Arizona Makes Secession
ARIZONA SECESSION MARTIAL LAW
Sat Jan 10 00:31:52 2004
Arizona makes secession preparations State resolution
creates 'insurance policy' against martial law
By Julie Foster
An Arizona state legislative committee has approved a resolution
calling for the dissolution of the federal government in the event that it
abolishes the U.S. Constitution, declares martial law or confiscates firearms -- scenarios some say are not unrealistic. Critics of the resolution, however,
call the measure a "total waste of time."
Rep. Karen Johnson, a Mesa Republican and chair of the House
Committee on Federal Mandates and States' Rights, authored the
resolution which the committee approved 3-2. Only the committee's
vice-chair, Republican Rep. Gail Griffin, abstained from voting.
Specifically, House Concurrent Resolution HRC
2034 outlines the origin
of the United States, emphasizing the Sovereignty of the
States and their constitutional right to "establish a new federal government for themselves
by following the precedent established by Article VII, Constitution of the
United States, in which nine of the existing thirteen states dissolved the
existing Union under the Articles of Confederation
and automatically superceded the Articles."
It also articulates constitutional violations committed by the
federal government as justification for the measure, saying "...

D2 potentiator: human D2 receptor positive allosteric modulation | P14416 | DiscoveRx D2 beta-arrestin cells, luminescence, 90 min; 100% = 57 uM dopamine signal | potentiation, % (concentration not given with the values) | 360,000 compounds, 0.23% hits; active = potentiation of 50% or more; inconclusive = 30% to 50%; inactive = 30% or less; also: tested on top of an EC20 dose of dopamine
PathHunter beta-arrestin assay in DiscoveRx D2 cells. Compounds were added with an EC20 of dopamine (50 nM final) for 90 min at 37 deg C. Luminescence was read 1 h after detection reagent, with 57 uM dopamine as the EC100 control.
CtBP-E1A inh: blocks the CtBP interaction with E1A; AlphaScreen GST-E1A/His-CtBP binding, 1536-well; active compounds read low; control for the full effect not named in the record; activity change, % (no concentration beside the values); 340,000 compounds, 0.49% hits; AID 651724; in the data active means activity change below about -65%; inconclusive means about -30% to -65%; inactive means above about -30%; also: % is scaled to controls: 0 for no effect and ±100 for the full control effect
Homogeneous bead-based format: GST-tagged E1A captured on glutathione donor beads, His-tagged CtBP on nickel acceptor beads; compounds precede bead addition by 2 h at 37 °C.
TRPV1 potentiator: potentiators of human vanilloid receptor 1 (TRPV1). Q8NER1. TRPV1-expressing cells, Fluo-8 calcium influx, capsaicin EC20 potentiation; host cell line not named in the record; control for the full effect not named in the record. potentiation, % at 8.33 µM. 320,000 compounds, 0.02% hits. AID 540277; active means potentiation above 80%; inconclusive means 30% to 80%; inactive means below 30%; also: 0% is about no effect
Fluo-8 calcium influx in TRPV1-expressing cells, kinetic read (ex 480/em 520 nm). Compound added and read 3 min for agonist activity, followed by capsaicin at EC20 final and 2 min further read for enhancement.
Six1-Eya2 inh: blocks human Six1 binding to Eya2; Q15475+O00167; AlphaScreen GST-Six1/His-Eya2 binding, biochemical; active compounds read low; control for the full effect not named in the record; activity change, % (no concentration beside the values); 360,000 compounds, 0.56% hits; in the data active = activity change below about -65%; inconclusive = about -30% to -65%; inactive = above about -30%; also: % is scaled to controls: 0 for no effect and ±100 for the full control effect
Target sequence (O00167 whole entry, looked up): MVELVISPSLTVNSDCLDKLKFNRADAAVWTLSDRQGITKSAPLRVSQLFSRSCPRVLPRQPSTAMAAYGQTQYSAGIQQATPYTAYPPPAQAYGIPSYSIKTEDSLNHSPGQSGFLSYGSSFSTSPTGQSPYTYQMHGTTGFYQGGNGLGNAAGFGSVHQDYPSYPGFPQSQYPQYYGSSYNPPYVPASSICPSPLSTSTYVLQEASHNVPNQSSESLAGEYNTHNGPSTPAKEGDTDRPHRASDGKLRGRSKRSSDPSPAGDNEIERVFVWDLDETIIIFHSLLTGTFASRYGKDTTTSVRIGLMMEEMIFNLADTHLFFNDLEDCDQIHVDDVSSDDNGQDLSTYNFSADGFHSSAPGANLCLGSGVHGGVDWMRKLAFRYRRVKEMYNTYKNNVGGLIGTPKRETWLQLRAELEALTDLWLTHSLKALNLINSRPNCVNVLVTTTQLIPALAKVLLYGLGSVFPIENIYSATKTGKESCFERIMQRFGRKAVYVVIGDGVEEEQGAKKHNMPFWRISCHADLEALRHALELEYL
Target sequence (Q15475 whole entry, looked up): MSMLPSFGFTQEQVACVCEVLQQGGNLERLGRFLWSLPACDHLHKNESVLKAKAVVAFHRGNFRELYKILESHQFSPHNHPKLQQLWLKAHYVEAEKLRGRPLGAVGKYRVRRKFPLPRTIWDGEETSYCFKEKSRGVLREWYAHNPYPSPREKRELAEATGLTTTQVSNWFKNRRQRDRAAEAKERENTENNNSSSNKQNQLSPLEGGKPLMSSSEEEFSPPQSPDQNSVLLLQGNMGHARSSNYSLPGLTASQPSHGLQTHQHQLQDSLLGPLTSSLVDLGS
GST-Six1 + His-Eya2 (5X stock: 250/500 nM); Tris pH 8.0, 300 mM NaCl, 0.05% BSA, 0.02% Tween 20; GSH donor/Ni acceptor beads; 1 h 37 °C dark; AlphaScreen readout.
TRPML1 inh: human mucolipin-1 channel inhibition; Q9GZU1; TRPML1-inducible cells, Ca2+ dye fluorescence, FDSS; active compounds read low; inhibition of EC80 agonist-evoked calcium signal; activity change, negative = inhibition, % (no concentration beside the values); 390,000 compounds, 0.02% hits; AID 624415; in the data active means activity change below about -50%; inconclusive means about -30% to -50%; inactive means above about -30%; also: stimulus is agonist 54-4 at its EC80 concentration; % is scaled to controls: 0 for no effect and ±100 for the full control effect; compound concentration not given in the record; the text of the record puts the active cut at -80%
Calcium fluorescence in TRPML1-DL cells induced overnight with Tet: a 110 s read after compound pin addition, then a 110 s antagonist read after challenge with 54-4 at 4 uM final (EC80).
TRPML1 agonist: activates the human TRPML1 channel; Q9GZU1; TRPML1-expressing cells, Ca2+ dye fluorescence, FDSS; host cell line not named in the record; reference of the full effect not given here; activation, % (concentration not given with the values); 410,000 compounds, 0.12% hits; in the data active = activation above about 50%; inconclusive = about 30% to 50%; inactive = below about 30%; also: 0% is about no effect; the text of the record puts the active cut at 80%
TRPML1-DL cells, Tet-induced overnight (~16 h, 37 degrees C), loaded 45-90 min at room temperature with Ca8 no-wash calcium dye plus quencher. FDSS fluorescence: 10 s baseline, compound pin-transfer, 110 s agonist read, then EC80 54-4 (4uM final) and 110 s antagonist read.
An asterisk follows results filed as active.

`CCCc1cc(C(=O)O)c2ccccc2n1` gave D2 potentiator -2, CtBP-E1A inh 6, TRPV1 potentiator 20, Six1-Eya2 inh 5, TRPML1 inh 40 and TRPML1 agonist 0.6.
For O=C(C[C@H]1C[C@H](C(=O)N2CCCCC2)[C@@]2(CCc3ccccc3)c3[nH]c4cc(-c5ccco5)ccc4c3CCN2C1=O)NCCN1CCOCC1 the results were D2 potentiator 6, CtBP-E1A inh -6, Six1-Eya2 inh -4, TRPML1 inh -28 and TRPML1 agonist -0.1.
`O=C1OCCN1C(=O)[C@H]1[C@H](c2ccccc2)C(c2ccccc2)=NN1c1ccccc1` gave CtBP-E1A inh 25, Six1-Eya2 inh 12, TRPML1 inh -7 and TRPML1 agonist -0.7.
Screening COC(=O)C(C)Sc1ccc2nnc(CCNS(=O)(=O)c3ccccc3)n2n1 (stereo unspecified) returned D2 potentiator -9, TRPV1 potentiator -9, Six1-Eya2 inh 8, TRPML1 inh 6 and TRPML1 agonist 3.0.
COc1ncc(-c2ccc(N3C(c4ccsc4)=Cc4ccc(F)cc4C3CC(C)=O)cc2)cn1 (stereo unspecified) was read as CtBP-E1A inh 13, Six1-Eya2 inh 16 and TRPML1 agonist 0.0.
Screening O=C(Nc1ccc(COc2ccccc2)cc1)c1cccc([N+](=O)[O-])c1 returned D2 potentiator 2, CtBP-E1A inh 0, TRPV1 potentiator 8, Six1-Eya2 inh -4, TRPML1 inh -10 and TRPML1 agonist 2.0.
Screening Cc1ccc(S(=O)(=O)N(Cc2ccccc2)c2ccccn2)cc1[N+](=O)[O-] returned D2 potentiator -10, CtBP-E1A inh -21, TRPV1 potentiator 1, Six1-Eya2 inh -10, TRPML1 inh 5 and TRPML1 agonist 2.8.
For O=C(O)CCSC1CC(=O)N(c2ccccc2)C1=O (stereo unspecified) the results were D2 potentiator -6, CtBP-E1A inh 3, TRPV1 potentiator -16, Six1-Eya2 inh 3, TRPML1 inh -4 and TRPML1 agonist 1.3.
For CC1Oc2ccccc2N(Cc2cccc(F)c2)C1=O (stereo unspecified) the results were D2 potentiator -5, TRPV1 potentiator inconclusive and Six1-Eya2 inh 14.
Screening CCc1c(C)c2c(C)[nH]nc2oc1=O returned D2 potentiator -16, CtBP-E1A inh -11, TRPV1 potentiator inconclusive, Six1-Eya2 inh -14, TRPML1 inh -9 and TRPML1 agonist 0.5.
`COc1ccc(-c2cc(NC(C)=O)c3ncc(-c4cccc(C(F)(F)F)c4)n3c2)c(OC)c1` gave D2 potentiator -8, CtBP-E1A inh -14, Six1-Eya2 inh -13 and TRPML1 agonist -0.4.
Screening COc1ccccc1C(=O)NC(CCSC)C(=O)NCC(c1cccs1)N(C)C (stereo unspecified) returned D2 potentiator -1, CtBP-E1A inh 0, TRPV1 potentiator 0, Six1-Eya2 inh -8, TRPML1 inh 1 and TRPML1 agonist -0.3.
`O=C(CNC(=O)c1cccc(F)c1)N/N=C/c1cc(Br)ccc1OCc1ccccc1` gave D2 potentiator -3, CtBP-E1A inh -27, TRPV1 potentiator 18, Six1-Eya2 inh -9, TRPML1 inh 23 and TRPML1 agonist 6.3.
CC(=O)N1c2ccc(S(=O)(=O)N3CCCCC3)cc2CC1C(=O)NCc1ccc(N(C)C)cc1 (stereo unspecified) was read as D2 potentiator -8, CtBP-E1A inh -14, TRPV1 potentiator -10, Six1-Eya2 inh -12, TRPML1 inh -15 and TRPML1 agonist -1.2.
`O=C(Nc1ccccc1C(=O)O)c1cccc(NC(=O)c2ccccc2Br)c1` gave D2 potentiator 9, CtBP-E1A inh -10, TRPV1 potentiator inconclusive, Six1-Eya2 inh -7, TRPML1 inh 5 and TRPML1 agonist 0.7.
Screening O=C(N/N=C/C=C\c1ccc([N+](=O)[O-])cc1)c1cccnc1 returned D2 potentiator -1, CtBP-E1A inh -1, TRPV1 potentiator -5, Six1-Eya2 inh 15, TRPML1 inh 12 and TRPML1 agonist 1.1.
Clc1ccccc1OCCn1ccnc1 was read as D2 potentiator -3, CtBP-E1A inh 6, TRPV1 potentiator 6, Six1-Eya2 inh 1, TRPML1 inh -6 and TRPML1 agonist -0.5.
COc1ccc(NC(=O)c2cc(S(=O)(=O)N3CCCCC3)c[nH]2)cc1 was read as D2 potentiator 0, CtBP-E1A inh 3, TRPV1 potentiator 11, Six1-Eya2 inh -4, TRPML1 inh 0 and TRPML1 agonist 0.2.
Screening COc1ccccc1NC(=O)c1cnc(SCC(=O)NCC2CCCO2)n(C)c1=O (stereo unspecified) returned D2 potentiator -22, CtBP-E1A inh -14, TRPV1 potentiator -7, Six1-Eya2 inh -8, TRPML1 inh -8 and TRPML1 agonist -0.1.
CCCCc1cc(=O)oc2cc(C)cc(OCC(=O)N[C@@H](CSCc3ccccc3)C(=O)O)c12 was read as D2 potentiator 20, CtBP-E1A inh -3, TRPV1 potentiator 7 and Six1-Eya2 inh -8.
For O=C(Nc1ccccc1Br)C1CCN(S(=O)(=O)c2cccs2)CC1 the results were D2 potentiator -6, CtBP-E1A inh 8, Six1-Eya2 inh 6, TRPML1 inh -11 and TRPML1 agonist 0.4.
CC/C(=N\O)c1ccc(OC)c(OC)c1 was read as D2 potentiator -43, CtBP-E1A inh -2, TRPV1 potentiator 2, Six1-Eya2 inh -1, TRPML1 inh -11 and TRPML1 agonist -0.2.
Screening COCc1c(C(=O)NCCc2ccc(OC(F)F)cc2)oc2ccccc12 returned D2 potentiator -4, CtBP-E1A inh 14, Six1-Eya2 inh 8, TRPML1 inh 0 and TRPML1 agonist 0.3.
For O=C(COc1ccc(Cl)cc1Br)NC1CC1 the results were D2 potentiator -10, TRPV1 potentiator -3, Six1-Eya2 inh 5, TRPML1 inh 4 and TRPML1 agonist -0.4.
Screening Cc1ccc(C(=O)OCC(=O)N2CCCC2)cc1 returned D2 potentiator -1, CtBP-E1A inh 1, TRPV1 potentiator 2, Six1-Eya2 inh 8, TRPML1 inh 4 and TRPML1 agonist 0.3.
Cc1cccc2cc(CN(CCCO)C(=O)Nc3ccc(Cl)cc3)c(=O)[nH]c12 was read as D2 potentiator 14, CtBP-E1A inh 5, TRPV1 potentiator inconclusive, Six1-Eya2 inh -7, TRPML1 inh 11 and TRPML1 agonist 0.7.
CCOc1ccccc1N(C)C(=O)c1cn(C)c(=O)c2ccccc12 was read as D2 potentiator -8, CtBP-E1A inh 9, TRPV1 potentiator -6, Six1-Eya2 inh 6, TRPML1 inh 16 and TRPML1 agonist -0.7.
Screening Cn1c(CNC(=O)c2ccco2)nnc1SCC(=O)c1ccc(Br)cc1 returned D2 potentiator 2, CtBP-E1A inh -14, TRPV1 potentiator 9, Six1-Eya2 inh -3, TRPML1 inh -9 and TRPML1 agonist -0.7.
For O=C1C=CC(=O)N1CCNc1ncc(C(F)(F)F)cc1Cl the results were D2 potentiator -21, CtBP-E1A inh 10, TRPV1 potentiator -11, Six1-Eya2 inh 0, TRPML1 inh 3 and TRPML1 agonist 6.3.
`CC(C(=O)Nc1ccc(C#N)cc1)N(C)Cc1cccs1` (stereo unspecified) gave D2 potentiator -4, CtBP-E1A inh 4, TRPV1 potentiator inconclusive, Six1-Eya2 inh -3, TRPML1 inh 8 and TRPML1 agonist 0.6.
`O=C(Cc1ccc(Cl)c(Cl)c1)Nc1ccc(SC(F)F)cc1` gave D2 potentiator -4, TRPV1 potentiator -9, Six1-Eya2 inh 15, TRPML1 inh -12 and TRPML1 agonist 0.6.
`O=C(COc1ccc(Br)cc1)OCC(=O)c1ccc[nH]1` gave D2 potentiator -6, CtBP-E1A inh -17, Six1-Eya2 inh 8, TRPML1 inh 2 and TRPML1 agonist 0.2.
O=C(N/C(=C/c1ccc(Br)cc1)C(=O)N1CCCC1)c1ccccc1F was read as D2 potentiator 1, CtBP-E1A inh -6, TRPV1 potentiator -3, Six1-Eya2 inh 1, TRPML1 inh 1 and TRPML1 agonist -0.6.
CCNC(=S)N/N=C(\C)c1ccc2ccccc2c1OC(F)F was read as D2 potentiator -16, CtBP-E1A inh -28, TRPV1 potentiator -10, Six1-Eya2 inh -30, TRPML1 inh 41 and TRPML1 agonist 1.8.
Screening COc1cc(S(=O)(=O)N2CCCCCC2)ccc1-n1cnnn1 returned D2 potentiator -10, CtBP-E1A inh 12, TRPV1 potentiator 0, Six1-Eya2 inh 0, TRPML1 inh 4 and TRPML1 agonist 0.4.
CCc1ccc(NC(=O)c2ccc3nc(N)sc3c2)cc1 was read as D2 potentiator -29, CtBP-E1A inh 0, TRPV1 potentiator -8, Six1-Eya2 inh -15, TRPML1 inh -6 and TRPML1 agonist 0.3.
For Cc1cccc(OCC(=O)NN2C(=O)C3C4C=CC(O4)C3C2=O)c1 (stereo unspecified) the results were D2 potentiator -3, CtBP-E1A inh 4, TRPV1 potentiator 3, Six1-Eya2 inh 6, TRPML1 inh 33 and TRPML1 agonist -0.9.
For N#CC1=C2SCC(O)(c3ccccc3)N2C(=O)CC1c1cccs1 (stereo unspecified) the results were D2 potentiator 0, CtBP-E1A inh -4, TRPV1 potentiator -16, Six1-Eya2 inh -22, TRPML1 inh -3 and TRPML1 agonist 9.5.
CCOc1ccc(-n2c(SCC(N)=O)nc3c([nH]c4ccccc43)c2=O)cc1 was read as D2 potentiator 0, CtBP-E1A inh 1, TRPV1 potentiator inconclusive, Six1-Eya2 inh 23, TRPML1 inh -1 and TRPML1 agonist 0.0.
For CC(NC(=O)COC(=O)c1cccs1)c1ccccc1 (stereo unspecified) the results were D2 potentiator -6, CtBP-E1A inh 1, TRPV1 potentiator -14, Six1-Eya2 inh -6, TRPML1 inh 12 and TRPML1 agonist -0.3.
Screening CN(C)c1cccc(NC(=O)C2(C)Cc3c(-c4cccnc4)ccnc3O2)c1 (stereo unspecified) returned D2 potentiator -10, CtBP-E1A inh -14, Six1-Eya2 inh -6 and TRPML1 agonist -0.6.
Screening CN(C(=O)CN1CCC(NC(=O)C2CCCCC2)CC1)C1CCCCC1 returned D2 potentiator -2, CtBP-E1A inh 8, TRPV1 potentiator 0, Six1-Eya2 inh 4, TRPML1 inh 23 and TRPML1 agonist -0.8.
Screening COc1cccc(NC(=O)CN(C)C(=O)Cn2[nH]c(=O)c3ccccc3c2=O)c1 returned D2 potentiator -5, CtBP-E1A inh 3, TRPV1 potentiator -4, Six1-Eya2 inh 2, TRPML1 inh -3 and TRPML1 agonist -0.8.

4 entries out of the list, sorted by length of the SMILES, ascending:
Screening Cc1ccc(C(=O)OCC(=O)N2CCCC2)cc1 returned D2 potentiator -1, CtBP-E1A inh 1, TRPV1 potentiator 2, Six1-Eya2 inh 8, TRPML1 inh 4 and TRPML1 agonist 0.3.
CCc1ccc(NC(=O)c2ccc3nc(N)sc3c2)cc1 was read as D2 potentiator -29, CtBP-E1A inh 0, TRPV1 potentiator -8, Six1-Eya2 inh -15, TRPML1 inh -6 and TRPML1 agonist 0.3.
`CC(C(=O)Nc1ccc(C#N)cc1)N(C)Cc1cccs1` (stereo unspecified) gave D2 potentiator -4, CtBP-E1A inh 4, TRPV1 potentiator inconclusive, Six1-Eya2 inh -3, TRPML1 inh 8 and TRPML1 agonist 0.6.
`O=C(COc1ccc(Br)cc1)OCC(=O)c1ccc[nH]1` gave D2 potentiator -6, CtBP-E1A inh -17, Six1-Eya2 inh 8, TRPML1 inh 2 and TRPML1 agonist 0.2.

the fifty current principals, or signatories, to the ["The
have done well in honoring and obeying it, yet the federal agent has,
for decades, violated it in both word and spirit. The many violations
of the Constitution of the United States by the federal government include disposing of federal property without the approval of Congress,
usurping jurisdiction from the states in such matters as abortion and
firearms rights and seeking control of public lands
within state borders," says the resolution.
By adopting HRC
2034, Arizona states its intention to dissolve the current federal government with the approval of 34 other states and, in essence,
start over. Participating states would re-ratify and re-establish the present Constitution "as the charter for the formation of a new federal government,
to be followed by the election of a new Congress and President and the reorganization of a new judiciary," in keeping with the
original intent of the "founding
Individual members of the military will return to their
respective states and report to the governor until a new
president is elected.
In addition, each state will assume a prorated portion of the national
debt and will own all land within its borders. After the new government
is formed, the remaining 15 states will be permitted to join the revised
union upon application, as was the case with the original union.
A three-year veteran to the Arizona Legislature, Johnson told
the Sierra Times the resolution is "insurance policy."
"If the federal government declares martial law or attempts
to confiscate guns, the states shouldn't have to put up
with that,"she said.
Joseph Stumph, well-known author and historian,
testified in favor of the resolution at the hearing.
"We're proposing that if things get as bad as they could get, that these
states won't allow the federal government to put us into a one-world government," said Stumph, who is publishing a similar proposal